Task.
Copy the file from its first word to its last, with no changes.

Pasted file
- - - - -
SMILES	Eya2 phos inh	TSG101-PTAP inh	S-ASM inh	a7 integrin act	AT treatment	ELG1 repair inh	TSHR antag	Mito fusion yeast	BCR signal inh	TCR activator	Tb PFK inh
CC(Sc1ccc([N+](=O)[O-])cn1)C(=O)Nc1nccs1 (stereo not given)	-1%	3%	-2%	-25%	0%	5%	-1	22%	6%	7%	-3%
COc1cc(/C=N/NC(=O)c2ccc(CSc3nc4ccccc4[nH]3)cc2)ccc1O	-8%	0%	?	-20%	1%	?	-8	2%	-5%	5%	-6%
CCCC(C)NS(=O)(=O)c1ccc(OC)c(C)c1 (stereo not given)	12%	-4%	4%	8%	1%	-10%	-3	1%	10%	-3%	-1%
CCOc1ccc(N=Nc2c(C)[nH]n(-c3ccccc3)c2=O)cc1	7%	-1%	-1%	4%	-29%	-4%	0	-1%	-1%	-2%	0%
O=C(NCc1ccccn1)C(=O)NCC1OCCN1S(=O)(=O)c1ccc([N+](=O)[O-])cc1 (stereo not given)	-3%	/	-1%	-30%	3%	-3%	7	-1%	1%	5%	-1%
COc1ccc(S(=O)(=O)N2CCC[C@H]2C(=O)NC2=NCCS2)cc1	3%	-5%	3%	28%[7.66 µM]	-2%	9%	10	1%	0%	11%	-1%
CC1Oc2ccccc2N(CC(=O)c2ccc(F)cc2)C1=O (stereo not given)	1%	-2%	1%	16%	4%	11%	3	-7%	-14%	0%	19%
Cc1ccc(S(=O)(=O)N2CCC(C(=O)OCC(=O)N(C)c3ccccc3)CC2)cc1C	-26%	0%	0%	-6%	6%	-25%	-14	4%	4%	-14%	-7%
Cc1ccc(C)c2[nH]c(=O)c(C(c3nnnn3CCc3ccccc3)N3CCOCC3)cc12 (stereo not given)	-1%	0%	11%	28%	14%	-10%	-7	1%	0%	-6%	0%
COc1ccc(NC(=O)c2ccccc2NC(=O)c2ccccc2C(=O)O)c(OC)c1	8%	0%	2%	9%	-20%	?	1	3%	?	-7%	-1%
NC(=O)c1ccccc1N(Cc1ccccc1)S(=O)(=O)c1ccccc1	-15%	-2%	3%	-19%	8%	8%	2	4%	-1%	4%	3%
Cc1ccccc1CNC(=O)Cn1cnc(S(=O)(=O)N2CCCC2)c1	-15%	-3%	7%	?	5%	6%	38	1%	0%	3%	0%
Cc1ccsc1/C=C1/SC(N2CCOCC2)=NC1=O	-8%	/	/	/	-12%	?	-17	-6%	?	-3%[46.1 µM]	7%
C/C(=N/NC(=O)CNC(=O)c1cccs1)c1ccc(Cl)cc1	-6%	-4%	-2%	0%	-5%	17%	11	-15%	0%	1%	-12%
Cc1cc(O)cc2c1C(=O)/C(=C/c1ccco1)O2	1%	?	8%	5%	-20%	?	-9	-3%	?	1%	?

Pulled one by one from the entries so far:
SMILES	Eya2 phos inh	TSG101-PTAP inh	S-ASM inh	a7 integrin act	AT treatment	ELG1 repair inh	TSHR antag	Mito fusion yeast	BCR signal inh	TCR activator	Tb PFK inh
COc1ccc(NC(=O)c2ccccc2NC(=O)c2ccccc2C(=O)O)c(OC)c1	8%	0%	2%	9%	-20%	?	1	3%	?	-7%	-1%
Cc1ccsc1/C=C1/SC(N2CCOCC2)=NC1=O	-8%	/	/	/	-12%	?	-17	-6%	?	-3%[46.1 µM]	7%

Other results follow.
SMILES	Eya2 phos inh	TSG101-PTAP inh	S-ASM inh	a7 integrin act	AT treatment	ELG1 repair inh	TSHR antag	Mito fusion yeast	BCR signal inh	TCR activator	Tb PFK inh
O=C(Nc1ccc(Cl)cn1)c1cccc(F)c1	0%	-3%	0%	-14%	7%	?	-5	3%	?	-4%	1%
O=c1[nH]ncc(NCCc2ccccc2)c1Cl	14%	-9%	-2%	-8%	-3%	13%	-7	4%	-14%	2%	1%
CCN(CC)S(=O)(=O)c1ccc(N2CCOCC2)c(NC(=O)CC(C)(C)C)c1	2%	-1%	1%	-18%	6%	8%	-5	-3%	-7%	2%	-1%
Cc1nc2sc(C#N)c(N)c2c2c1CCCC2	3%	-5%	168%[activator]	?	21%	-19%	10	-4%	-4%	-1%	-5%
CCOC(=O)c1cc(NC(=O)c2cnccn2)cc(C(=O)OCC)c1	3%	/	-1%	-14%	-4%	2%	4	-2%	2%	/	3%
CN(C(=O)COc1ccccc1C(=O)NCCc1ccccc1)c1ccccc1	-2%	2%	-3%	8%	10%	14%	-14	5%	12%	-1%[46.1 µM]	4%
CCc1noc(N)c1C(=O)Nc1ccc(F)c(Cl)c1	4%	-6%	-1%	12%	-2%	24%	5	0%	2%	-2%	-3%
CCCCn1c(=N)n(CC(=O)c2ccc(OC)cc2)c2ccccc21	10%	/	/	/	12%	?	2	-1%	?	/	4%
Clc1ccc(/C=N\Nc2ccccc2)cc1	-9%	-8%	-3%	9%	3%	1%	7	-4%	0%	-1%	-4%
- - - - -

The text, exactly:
SMILES	Eya2 phos inh	TSG101-PTAP inh	S-ASM inh	a7 integrin act	AT treatment	ELG1 repair inh	TSHR antag	Mito fusion yeast	BCR signal inh	TCR activator	Tb PFK inh
CC(Sc1ccc([N+](=O)[O-])cn1)C(=O)Nc1nccs1 (stereo not given)	-1%	3%	-2%	-25%	0%	5%	-1	22%	6%	7%	-3%
COc1cc(/C=N/NC(=O)c2ccc(CSc3nc4ccccc4[nH]3)cc2)ccc1O	-8%	0%	?	-20%	1%	?	-8	2%	-5%	5%	-6%
CCCC(C)NS(=O)(=O)c1ccc(OC)c(C)c1 (stereo not given)	12%	-4%	4%	8%	1%	-10%	-3	1%	10%	-3%	-1%
CCOc1ccc(N=Nc2c(C)[nH]n(-c3ccccc3)c2=O)cc1	7%	-1%	-1%	4%	-29%	-4%	0	-1%	-1%	-2%	0%
O=C(NCc1ccccn1)C(=O)NCC1OCCN1S(=O)(=O)c1ccc([N+](=O)[O-])cc1 (stereo not given)	-3%	/	-1%	-30%	3%	-3%	7	-1%	1%	5%	-1%
COc1ccc(S(=O)(=O)N2CCC[C@H]2C(=O)NC2=NCCS2)cc1	3%	-5%	3%	28%[7.66 µM]	-2%	9%	10	1%	0%	11%	-1%
CC1Oc2ccccc2N(CC(=O)c2ccc(F)cc2)C1=O (stereo not given)	1%	-2%	1%	16%	4%	11%	3	-7%	-14%	0%	19%
Cc1ccc(S(=O)(=O)N2CCC(C(=O)OCC(=O)N(C)c3ccccc3)CC2)cc1C	-26%	0%	0%	-6%	6%	-25%	-14	4%	4%	-14%	-7%
Cc1ccc(C)c2[nH]c(=O)c(C(c3nnnn3CCc3ccccc3)N3CCOCC3)cc12 (stereo not given)	-1%	0%	11%	28%	14%	-10%	-7	1%	0%	-6%	0%
COc1ccc(NC(=O)c2ccccc2NC(=O)c2ccccc2C(=O)O)c(OC)c1	8%	0%	2%	9%	-20%	?	1	3%	?	-7%	-1%
NC(=O)c1ccccc1N(Cc1ccccc1)S(=O)(=O)c1ccccc1	-15%	-2%	3%	-19%	8%	8%	2	4%	-1%	4%	3%
Cc1ccccc1CNC(=O)Cn1cnc(S(=O)(=O)N2CCCC2)c1	-15%	-3%	7%	?	5%	6%	38	1%	0%	3%	0%
Cc1ccsc1/C=C1/SC(N2CCOCC2)=NC1=O	-8%	/	/	/	-12%	?	-17	-6%	?	-3%[46.1 µM]	7%
C/C(=N/NC(=O)CNC(=O)c1cccs1)c1ccc(Cl)cc1	-6%	-4%	-2%	0%	-5%	17%	11	-15%	0%	1%	-12%
Cc1cc(O)cc2c1C(=O)/C(=C/c1ccco1)O2	1%	?	8%	5%	-20%	?	-9	-3%	?	1%	?

Pulled one by one from the entries so far:
SMILES	Eya2 phos inh	TSG101-PTAP inh	S-ASM inh	a7 integrin act	AT treatment	ELG1 repair inh	TSHR antag	Mito fusion yeast	BCR signal inh	TCR activator	Tb PFK inh
COc1ccc(NC(=O)c2ccccc2NC(=O)c2ccccc2C(=O)O)c(OC)c1	8%	0%	2%	9%	-20%	?	1	3%	?	-7%	-1%
Cc1ccsc1/C=C1/SC(N2CCOCC2)=NC1=O	-8%	/	/	/	-12%	?	-17	-6%	?	-3%[46.1 µM]	7%

Other results follow.
SMILES	Eya2 phos inh	TSG101-PTAP inh	S-ASM inh	a7 integrin act	AT treatment	ELG1 repair inh	TSHR antag	Mito fusion yeast	BCR signal inh	TCR activator	Tb PFK inh
O=C(Nc1ccc(Cl)cn1)c1cccc(F)c1	0%	-3%	0%	-14%	7%	?	-5	3%	?	-4%	1%
O=c1[nH]ncc(NCCc2ccccc2)c1Cl	14%	-9%	-2%	-8%	-3%	13%	-7	4%	-14%	2%	1%
CCN(CC)S(=O)(=O)c1ccc(N2CCOCC2)c(NC(=O)CC(C)(C)C)c1	2%	-1%	1%	-18%	6%	8%	-5	-3%	-7%	2%	-1%
Cc1nc2sc(C#N)c(N)c2c2c1CCCC2	3%	-5%	168%[activator]	?	21%	-19%	10	-4%	-4%	-1%	-5%
CCOC(=O)c1cc(NC(=O)c2cnccn2)cc(C(=O)OCC)c1	3%	/	-1%	-14%	-4%	2%	4	-2%	2%	/	3%
CN(C(=O)COc1ccccc1C(=O)NCCc1ccccc1)c1ccccc1	-2%	2%	-3%	8%	10%	14%	-14	5%	12%	-1%[46.1 µM]	4%
CCc1noc(N)c1C(=O)Nc1ccc(F)c(Cl)c1	4%	-6%	-1%	12%	-2%	24%	5	0%	2%	-2%	-3%
CCCCn1c(=N)n(CC(=O)c2ccc(OC)cc2)c2ccccc21	10%	/	/	/	12%	?	2	-1%	?	/	4%
Clc1ccc(/C=N\Nc2ccccc2)cc1	-9%	-8%	-3%	9%	3%	1%	7	-4%	0%	-1%	-4%